Matthew Binns: Bernie Ibini has received some negative online criticism due to his role in SIPG's equaliser yet the rest of his performance suggests he had a reasonable match. One player who did underperform in my view was centre-back Kim Min-hyeok. Kim is a new signing at Jeonbuk and has played above a reasonable standard throughout the season, yet the match statistics from Shanghai show that his actions in defence were the least successful and often led to the ceding of possession. On the pitch, he had the lowest passing accuracy, with 50% of all passes forward not reaching their target. In fact, he also has the lowest number of completed passes for an outfield player in his team as well as attempting the fewest passes in the match. This may be due to the nature of his position, however, yet his defensive statistics were also below par. He engaged in the fewest defensive duels yet still had the lowest success rate, winning zero defensive duels, zero aerial duels and winning one loose ball for the entire match. For comparison's sake, he was equalled or bettered in nearly every metric by his other three defensive partners.

Admittedly, none of what he did led to the goal but, given his showing, he may have just been lucky not to be tested. On Sunday, Kim was substituted at half time and it remains to be seen if this was merely tactical or if he suffered an injury. If fit, however, he is expected to start on Wednesday alongside Hong Jeong-ho at centre-back, with Lee Yong and Kim Jin-su in the full-back roles.

JB: The Australian Bernie Ibini-Isei — who had a cup of coffee with SIPG in 2013 — saw his first start in the Champion’s League for Jeonbuk and only his third overall this year. Ricardo Lopes didn’t suit up against Incheon on Saturday or SIPG on Wednesday. What’s up? 

MB: Korean teams also have a particularly annoying habit of covering up injuries and so proved the case with the previous leg. The usual team photos of the side travelling were not published and it was only reported on the day of the match that both attacking midfielder Lee Seung-gi and winger Ricardo Lopes were injured and did not travel with the squad. Lopes' injury was fortunately only an illness and he has since recovered, featuring in the second half on Sunday against Suwon. Lee Seung-gi has a more serious injury regarding his medial ligament and there was no timeframe on when he is expected to return. Naturally, he is not expected to appear on Wednesday.

As for Bernie Ibini, he came into the season carrying a knock and has had to fight his way into the side against strong competition. However, he has featured in the last three matches, playing 90 minutes in Shanghai and also at the weekend. With playing time, his ability is finally beginning to show through. While he was at fault for Shanghai's equaliser in the first leg, he didn't put many other steps wrong. He looked encouraging once more on Sunday but he may start on the bench on Wednesday as Lopes and Moon Seon-min are still the first choice wingers and are expected to start.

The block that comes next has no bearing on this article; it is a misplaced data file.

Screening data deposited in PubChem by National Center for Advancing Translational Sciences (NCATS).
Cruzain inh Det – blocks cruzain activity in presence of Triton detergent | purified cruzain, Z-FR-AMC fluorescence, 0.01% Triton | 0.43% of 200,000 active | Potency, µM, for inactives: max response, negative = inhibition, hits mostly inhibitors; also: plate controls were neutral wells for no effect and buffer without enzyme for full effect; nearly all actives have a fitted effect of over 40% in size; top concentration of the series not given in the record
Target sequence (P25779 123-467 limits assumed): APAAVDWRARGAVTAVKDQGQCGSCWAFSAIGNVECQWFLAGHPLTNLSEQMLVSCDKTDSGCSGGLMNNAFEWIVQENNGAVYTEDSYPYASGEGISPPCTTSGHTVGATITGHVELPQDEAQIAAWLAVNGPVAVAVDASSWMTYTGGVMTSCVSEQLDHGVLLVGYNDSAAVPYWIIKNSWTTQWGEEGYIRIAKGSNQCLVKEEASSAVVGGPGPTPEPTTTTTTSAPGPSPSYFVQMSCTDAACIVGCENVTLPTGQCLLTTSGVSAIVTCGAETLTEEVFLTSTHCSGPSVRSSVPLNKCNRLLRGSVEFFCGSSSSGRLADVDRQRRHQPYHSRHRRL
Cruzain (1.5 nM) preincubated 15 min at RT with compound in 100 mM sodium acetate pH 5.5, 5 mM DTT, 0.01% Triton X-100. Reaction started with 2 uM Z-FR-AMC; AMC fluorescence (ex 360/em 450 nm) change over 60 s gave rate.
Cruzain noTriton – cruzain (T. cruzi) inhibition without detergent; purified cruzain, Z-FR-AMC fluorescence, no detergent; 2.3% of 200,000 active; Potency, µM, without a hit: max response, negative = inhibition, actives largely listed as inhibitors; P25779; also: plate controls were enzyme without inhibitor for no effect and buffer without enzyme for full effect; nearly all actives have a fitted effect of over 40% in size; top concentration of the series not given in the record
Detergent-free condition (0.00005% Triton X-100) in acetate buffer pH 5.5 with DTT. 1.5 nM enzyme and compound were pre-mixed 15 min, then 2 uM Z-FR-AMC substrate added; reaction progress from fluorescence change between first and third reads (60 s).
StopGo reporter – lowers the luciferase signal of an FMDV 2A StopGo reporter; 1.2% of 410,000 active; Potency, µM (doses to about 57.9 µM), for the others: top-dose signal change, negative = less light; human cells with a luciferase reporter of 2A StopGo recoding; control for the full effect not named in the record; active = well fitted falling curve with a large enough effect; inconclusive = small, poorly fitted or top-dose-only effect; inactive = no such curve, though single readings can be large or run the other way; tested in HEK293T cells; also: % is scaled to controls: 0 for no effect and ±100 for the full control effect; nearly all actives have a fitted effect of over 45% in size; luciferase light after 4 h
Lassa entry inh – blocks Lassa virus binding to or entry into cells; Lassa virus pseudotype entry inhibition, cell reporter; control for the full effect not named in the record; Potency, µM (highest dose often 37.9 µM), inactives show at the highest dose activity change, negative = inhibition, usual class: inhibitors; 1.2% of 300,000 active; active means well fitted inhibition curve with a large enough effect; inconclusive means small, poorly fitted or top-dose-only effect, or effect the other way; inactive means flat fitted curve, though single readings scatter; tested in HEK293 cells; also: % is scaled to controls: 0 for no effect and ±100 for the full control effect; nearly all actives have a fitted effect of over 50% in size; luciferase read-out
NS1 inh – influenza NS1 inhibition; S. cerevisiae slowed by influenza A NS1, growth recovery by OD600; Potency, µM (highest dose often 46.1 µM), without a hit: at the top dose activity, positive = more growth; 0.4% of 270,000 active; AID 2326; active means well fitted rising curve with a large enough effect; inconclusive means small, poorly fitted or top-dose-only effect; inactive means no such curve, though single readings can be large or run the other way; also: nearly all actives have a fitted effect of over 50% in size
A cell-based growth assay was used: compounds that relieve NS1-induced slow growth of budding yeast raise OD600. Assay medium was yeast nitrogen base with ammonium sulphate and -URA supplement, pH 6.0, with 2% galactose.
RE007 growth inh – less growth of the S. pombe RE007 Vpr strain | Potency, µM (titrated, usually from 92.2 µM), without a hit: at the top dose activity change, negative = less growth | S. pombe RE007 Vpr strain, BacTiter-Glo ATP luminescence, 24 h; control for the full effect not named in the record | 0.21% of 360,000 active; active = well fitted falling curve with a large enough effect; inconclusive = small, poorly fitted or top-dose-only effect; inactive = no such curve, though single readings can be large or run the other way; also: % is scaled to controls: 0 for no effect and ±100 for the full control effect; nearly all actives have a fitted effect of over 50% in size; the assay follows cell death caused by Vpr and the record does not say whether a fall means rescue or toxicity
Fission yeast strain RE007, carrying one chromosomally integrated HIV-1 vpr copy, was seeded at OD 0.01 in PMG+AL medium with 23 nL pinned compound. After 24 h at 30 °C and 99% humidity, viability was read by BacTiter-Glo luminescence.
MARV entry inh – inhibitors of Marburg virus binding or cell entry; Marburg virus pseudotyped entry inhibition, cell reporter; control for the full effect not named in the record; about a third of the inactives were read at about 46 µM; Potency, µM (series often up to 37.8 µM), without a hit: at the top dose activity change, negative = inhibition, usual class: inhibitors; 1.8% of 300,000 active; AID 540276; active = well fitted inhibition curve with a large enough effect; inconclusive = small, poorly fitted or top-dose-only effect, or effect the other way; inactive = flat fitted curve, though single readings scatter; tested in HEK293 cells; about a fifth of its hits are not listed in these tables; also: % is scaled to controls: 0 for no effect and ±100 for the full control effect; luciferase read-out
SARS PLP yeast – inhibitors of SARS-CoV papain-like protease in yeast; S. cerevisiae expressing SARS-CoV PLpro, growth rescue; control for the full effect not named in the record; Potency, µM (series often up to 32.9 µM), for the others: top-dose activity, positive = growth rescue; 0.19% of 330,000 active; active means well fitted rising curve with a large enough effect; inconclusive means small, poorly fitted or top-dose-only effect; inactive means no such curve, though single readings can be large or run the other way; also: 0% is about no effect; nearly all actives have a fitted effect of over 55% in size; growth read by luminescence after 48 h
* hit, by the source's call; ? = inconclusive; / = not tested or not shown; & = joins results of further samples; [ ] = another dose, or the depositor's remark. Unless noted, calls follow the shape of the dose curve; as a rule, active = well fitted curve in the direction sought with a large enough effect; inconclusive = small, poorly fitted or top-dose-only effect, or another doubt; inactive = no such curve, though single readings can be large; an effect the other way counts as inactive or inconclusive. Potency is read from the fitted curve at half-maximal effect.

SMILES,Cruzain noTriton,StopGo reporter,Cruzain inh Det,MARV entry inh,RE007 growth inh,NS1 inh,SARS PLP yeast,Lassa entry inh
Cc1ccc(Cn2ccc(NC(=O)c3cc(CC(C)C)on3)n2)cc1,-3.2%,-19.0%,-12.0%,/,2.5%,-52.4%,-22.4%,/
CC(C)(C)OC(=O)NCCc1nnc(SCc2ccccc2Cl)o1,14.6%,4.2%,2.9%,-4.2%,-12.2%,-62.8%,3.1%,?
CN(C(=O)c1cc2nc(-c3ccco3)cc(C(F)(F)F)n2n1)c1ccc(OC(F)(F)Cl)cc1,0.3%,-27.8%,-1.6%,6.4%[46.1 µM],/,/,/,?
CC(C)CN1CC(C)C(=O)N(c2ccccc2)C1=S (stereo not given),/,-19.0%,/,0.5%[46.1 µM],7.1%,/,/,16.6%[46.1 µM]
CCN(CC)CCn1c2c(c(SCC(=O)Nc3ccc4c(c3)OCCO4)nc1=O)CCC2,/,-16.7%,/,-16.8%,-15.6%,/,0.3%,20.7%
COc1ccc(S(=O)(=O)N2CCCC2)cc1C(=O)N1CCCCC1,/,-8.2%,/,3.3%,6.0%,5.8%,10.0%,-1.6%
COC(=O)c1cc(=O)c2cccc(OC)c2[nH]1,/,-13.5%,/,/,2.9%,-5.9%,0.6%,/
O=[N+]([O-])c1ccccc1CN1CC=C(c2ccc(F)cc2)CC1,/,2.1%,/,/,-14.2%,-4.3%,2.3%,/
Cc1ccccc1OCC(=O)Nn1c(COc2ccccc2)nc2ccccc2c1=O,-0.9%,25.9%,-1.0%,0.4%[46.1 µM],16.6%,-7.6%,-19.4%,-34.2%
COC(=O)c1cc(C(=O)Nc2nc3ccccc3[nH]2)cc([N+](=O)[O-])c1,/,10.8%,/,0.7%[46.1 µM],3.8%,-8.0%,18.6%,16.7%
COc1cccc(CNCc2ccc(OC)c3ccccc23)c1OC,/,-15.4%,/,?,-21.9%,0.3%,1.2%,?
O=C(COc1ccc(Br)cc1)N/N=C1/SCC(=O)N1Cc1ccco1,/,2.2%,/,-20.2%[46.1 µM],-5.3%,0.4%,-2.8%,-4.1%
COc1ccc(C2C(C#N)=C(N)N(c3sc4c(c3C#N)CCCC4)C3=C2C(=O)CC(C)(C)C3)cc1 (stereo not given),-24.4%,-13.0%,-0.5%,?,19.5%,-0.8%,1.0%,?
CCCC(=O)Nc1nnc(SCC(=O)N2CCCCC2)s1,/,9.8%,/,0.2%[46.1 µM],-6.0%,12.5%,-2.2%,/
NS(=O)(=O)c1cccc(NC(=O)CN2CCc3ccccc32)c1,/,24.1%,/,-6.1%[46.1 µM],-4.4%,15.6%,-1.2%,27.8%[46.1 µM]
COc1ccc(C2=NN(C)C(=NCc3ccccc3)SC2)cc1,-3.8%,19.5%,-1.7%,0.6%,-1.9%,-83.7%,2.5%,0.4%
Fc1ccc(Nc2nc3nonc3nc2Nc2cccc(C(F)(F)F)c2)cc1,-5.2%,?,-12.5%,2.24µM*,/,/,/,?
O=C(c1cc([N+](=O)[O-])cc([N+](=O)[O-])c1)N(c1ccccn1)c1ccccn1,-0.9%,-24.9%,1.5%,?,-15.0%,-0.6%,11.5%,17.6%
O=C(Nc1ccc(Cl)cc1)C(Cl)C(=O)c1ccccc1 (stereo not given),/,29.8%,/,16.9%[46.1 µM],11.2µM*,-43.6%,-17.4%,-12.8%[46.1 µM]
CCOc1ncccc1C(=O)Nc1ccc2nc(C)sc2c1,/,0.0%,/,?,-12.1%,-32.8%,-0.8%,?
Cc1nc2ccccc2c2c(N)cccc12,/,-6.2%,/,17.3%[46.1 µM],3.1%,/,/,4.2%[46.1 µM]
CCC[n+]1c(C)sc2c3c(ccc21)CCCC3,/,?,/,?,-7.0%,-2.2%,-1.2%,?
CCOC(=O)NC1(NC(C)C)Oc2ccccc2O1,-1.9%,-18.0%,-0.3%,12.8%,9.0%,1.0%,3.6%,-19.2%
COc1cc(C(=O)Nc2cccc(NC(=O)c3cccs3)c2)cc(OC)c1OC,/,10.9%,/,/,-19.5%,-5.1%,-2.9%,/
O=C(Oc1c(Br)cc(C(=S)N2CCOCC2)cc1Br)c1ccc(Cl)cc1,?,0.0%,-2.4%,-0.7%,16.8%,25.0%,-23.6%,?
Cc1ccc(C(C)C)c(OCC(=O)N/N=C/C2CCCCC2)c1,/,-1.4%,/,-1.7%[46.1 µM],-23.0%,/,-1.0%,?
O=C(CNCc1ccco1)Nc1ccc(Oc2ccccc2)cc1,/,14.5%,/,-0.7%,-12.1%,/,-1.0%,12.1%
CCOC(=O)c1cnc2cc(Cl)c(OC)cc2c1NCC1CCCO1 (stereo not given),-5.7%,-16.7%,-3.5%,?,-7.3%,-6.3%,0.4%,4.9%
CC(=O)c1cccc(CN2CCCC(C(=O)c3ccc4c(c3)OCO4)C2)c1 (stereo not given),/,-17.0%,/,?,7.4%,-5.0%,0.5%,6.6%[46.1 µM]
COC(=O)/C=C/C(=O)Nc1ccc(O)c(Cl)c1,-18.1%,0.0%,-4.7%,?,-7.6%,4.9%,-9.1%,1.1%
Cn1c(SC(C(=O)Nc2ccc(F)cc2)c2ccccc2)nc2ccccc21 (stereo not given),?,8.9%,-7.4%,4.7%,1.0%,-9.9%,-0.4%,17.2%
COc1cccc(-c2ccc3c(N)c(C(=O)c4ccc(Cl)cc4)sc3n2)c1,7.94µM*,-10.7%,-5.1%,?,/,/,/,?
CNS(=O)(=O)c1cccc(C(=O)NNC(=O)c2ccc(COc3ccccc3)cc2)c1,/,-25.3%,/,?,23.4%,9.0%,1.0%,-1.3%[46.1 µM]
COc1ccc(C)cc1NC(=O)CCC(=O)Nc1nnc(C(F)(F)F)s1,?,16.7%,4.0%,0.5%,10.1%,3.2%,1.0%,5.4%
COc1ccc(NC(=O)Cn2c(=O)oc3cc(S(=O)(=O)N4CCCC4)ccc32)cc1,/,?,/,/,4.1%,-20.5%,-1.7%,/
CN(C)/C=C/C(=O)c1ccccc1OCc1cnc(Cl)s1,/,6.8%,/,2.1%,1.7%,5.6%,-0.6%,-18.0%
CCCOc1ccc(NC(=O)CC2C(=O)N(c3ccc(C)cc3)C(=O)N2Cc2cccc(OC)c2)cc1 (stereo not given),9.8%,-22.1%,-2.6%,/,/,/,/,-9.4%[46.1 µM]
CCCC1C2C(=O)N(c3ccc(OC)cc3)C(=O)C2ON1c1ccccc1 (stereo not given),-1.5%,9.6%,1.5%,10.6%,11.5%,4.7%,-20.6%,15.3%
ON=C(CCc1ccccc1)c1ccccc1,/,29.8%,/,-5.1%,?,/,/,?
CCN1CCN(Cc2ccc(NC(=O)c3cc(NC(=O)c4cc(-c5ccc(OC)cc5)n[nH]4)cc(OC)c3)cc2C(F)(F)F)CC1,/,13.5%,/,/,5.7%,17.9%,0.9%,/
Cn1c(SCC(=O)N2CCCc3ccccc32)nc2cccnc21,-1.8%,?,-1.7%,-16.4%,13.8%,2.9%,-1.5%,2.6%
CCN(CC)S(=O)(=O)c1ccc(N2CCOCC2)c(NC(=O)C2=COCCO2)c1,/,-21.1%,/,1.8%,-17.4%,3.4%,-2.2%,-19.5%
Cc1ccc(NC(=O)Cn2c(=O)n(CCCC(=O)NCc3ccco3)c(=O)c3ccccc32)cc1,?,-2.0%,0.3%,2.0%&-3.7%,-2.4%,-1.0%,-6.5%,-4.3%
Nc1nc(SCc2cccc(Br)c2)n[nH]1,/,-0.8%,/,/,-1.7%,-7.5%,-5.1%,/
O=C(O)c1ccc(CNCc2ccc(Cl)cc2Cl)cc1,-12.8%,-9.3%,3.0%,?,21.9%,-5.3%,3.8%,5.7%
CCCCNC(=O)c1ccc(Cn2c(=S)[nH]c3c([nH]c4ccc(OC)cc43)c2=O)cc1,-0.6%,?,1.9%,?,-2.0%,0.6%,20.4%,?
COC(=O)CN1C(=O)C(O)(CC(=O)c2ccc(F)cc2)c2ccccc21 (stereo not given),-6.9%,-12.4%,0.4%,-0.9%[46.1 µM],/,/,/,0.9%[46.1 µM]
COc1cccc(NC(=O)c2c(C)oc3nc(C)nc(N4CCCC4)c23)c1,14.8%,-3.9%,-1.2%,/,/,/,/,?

JB: Jeonbuk has their draw and has their away goal. Will they play cautiously on Wednesday in Jeonju, or will they keep to an attacking mentality?

MB: I certainly do not think Jeonbuk will regress into a solely defensive mentality, but they are far likelier to play to their countering strengths. They boast pace on the wings in both their wingers and full-backs and will likely try to coax SIPG forward to create space behind for Jeonbuk's players to run into and counter quickly. As you say, they have their goal and it is up to SIPG to find a way back into this game. A Jeonbuk goal, however, will go some way to ensuring their passage to the quarterfinals and I expect the home side to still attack, when possible, to try and kill off the tie.

JB: The match in Shanghai was tight and entertaining, but it wasn’t an advertisement for elegant football. Do you expect sharper play from Jeonbuk at home?

MB: The weekend saw Jeonbuk change eight players from the team that started in Shanghai, despite being at home against rivals Suwon Samsung Bluewings. It did allow a lot of players to rest up for this match so they should be fresh for SIPG's visit. With the team likely to be bolstered by the presence of Ricardo Lopes this time, Jeonbuk's attack should be far more potent.

Historically, Jeonbuk have often tended to fair better at home in this competition (ignoring the visit from Suwon last year in the quarterfinals) and it was their home form in 2016 when they won the competition that proved vital, with the team only winning one match on the road. The team have a habit of rising to the occasion in front of their own crowd and they will definitely prefer playing the second leg in Jeonju.

JB: Prediction?

MB: While resting players at the weekend did cost them two points in the title race, especially as it seems they could have postponed their games upon request as Ulsan did, Jeonbuk are fresh coming into this game and are perhaps in a better state than they were in the first leg. More ruthless finishing will be required from them if they are to progress but I do see the defence holding strong once more, setting it up for a Jeonbuk win.

Matt's Predicted Score: Jeonbuk Hyundai Motors 2-0 Shanghai SIPG [Jeonbuk win 3-1 on aggregate]

We'd once again like to thank Jeff Beresford-Howe for taking the time to shed some light and provide valuable insight on Shanghai SIPG going into this match. Jeff is the SIPG columnist for Wild East Football. For all your Chinese football news, you can visit their site or follow them on Twitter and Facebook.